Wadah Khanfar, the director-general of the Qatar-backed Al Jazeera satellite TV network, resigned on Tuesday, reportedly to be replaced by a member of the Gulf state’s ruling family.
Khanfar, who has led the network for eight years, said that his goal had been to “establish Al Jazeera as a global media leader,” and that the “target had been met”.
The man widely seen as the face of Arab media will be replaced by Sheikh Ahmed bin Jassim Al Thani, press reports said Tuesday. Al Jazeera has not yet announced his successor.
In a posting on Twitter, the Palestinian-born correspondent said: “Eight years is a long time to be leading a network. Renewal and change is always good.
“I think everyone will agree that Al Jazeera is stronger than ever. Our coverage has been exceptional and is now widely viewed.”
Since it was launched in 1996, Al Jazeera has become the highest-profile satellite news broadcaster in the Middle East. It has frequently had difficulties with Western and Arab governments in a region where governments have traditionally kept tight control over state media.Al Jazeera, owned by the Qatari government, aired round-the-clock coverage of uprisings that brought down veteran rulers in Tunisia, Egypt and Libya this year, and the station promotes itself as a democratic voice in the region.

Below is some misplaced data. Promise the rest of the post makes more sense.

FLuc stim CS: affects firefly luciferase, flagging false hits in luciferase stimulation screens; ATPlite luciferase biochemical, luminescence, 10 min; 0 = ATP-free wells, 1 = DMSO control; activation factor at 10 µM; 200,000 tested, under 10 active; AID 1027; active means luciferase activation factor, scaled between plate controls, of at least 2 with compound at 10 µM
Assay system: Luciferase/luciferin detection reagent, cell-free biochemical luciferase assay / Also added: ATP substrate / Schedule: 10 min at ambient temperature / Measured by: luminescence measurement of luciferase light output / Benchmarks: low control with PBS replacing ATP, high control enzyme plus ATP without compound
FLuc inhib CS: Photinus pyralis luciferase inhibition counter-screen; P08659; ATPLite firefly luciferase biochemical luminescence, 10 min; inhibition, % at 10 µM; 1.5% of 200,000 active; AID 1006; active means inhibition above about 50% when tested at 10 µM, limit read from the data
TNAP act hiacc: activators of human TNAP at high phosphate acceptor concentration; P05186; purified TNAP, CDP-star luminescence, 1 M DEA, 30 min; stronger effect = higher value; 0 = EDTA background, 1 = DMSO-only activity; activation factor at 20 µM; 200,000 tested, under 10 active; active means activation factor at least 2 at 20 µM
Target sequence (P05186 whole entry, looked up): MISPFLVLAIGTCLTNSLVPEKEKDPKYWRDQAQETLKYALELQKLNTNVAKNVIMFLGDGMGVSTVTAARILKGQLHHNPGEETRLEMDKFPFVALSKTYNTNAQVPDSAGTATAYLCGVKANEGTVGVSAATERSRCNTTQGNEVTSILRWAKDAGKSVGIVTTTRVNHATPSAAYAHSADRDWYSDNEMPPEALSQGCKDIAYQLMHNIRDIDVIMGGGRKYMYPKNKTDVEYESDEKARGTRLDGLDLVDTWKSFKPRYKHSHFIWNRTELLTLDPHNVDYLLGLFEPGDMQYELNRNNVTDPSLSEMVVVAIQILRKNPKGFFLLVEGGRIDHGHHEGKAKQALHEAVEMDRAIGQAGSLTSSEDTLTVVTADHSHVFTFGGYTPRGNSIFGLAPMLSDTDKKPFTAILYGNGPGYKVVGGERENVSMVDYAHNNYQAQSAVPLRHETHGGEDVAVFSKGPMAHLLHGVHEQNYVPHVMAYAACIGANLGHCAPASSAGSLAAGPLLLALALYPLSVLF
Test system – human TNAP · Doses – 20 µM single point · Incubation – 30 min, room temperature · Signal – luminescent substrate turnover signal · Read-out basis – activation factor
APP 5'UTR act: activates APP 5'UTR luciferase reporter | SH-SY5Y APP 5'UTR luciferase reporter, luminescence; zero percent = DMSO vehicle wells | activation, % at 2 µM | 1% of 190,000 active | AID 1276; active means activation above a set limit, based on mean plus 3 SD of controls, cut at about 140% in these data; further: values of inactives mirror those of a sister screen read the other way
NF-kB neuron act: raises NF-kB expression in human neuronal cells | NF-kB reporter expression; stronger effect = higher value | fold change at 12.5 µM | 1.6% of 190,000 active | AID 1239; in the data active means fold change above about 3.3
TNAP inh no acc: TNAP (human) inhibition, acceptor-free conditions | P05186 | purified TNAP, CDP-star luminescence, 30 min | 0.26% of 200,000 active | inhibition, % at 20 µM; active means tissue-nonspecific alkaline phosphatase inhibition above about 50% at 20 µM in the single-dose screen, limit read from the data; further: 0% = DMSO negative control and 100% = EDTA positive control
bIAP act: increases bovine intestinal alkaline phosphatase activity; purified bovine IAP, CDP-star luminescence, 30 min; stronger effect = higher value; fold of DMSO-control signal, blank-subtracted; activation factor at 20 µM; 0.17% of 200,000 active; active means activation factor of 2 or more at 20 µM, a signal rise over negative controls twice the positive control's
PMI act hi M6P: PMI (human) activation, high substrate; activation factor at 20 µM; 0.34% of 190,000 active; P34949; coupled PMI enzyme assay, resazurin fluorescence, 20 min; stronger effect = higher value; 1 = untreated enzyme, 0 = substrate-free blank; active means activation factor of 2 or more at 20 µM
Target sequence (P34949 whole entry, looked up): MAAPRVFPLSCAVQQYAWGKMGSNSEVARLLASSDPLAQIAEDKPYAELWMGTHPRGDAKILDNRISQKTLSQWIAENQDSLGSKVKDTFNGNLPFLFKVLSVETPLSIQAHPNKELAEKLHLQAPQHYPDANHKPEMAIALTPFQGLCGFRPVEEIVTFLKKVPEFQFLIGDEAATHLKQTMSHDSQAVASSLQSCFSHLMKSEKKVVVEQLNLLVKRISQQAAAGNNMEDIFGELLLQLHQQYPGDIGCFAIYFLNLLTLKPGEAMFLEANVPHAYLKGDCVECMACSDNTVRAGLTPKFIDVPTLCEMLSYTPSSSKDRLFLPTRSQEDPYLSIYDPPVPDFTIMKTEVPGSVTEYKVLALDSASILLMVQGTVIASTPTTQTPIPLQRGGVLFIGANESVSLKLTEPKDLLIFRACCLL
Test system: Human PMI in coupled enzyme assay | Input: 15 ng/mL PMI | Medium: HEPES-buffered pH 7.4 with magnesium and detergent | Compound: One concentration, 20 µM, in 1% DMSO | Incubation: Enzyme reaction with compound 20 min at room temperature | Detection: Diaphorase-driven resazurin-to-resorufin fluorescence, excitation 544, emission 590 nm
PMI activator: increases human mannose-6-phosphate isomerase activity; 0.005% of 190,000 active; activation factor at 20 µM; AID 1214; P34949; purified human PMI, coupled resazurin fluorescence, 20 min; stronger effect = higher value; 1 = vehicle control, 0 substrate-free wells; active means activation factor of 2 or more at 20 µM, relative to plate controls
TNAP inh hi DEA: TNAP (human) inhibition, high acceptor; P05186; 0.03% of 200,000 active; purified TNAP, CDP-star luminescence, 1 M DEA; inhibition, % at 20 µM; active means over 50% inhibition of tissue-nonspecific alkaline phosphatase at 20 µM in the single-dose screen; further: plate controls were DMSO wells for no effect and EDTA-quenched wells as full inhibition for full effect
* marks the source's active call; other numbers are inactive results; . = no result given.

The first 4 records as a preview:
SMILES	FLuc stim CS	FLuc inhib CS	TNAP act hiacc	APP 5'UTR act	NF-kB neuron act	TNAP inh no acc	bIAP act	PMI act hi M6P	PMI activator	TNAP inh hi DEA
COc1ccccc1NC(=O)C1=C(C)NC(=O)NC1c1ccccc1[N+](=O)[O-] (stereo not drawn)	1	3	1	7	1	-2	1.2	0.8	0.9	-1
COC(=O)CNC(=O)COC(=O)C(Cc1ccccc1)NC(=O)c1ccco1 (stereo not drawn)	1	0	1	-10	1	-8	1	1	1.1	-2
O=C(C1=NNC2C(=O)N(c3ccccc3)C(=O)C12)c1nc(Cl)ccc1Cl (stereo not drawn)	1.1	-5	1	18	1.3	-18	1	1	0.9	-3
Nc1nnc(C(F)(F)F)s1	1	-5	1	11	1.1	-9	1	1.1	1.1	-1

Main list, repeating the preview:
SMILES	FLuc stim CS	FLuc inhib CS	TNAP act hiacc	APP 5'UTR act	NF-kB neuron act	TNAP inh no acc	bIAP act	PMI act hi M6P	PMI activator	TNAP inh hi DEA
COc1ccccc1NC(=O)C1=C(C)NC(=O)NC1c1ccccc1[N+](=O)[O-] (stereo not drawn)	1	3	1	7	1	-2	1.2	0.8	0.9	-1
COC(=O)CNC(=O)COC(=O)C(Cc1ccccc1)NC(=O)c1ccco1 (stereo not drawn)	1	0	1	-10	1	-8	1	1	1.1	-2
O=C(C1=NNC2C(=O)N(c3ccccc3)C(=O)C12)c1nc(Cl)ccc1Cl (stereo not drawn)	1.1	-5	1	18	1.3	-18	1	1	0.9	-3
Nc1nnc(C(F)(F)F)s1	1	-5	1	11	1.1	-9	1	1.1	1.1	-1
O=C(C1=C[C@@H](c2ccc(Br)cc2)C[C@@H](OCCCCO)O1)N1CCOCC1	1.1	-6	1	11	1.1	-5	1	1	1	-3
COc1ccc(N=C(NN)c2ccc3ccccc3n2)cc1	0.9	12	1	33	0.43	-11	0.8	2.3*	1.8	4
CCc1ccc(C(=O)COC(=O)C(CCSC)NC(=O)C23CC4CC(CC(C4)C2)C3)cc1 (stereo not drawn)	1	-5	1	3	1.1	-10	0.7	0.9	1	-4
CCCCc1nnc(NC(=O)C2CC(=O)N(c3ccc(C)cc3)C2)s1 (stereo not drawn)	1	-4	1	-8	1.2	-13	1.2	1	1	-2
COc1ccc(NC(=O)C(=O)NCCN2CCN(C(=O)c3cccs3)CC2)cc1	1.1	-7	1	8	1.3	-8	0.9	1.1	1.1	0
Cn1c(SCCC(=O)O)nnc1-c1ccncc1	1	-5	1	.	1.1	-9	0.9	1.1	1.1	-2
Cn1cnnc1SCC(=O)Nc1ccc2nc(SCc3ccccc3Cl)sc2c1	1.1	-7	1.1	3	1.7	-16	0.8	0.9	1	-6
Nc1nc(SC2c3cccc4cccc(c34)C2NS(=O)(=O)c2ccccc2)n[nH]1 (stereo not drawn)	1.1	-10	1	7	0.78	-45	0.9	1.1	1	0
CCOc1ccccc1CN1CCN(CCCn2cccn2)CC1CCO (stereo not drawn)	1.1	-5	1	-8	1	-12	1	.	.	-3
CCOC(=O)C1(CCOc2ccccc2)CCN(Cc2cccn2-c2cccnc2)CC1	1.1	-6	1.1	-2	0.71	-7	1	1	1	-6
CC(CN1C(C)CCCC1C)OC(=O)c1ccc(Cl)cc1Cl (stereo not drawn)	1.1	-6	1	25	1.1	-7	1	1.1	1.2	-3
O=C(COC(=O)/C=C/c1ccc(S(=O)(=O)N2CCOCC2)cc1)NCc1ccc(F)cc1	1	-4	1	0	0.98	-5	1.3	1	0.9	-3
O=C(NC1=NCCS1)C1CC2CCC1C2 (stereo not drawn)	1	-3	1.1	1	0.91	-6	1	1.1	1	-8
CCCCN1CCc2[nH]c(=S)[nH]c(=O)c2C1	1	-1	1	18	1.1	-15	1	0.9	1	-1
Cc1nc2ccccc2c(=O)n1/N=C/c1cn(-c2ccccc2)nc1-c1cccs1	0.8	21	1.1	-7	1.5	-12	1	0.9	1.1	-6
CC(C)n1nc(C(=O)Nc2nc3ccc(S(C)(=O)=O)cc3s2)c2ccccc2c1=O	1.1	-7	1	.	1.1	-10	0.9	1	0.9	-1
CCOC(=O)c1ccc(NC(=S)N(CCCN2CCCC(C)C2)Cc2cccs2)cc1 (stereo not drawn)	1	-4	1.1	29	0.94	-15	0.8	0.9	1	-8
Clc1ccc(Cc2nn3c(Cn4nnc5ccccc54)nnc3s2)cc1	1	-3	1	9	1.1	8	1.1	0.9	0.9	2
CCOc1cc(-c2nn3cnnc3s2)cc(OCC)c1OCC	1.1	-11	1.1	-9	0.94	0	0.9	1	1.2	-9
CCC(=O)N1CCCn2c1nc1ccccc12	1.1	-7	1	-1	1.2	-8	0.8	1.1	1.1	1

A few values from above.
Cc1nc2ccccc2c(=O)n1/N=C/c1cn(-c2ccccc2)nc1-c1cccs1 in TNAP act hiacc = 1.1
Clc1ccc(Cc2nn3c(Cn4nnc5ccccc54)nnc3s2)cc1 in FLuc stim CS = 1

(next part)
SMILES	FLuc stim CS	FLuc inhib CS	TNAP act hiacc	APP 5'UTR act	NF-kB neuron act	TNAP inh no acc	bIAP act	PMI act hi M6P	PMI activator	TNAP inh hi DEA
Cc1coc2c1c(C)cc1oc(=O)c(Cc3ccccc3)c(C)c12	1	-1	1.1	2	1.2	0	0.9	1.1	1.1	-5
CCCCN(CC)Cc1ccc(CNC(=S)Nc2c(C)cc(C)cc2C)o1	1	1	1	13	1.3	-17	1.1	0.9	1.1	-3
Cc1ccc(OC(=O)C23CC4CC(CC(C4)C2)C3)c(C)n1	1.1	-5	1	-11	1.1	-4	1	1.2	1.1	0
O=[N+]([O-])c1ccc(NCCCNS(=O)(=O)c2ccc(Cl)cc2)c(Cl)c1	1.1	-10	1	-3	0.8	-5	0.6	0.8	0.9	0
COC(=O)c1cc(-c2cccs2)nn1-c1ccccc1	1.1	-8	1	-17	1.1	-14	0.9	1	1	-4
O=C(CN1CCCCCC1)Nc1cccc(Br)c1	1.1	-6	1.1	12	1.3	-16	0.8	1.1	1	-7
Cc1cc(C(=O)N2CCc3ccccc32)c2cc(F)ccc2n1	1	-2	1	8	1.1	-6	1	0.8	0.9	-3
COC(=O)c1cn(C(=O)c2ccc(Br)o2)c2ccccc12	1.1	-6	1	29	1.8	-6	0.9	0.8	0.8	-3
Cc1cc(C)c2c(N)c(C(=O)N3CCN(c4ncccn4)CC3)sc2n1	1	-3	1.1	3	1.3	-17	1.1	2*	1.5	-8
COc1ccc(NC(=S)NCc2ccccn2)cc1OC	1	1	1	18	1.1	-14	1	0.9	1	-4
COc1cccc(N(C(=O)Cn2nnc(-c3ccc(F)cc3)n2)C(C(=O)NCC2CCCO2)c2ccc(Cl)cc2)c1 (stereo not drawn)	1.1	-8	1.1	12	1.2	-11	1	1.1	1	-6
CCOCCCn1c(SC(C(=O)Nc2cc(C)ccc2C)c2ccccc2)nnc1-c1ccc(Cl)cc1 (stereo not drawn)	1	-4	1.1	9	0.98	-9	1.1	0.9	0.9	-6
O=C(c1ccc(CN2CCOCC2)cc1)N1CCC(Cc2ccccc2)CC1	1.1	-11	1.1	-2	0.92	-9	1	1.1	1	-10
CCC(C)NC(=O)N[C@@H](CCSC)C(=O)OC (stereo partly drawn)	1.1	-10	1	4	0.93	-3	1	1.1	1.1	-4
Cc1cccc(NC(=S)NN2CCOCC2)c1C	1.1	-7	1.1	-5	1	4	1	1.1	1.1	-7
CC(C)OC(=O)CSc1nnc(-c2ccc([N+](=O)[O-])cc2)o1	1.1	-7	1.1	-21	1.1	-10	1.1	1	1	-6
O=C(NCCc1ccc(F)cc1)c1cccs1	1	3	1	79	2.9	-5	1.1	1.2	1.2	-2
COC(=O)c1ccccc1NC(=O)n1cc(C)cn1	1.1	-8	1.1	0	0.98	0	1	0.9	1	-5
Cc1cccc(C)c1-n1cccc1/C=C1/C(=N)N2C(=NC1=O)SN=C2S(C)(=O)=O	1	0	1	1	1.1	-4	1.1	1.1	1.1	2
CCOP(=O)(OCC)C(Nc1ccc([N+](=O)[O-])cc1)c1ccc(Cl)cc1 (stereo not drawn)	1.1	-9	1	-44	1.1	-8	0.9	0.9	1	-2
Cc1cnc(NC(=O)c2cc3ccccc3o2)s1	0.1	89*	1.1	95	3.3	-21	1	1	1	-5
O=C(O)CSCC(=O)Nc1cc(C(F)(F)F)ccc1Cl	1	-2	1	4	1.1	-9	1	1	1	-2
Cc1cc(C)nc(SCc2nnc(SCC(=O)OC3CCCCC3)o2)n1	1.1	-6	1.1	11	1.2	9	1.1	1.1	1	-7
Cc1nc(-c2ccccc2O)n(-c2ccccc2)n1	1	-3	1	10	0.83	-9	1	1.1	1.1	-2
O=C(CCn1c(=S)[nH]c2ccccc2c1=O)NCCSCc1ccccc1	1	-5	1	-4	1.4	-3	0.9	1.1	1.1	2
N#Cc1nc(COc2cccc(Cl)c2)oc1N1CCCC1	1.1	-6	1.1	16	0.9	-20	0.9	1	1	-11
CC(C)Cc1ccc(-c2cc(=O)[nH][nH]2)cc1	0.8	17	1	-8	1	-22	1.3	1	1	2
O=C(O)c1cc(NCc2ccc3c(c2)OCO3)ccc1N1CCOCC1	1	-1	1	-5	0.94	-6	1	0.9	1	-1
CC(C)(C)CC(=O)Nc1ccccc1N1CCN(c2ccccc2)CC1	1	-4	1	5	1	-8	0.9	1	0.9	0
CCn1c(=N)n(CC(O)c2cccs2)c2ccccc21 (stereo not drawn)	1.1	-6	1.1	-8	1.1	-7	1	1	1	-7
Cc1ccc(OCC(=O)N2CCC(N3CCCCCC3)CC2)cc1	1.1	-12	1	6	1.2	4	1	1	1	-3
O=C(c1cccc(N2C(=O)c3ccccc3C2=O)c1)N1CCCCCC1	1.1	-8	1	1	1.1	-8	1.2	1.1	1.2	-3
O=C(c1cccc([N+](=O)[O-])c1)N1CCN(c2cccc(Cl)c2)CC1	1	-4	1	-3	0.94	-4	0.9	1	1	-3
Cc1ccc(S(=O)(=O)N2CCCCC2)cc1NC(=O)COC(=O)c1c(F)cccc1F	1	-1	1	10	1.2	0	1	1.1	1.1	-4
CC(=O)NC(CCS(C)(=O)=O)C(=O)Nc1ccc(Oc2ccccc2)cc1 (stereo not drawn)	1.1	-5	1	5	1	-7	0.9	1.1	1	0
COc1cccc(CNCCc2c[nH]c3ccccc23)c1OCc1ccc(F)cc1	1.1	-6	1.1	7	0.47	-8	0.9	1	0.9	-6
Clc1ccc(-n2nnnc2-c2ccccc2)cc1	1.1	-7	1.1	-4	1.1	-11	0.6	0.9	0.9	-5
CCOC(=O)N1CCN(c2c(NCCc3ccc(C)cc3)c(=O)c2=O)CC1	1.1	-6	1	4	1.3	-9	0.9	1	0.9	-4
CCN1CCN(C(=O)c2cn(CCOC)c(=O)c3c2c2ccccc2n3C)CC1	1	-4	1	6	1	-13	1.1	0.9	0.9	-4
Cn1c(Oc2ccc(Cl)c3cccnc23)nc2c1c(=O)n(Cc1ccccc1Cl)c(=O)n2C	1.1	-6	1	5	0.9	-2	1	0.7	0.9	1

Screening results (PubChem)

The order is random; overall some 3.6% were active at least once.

In a note to staff, Khanfar, a former correspondent in Iraq and Africa, said media independence had been a “contradiction in terms” before Al Jazeera’s launch.
"State media was prevalent and was blatantly used for propaganda and misinformation. Within such an environment the public probably doubted that Al Jazeera would fulfill its promise of independent journalism,” he said.
"We managed to pleasantly surprise them by exceeding all expectations.”
But critics say the network is more timid in covering events closer to its Gulf home, and the cameras of its main Arabic channel were notably absent during a month of similar protests in the Gulf Arab state of Bahrain which the government crushed in mid-March.
Al Jazeera's bureau chief in Lebanon, Ghassan Bin Jiddo, resigned in April, apparently in disagreement over its coverage of the revolts, which have also engulfed Syria and Yemen.
Leaked US diplomatic cables described the channel as a tool in Qatari diplomacy. The channel has played an important role in raising the prestige of the small, wealthy Gulf Arab state.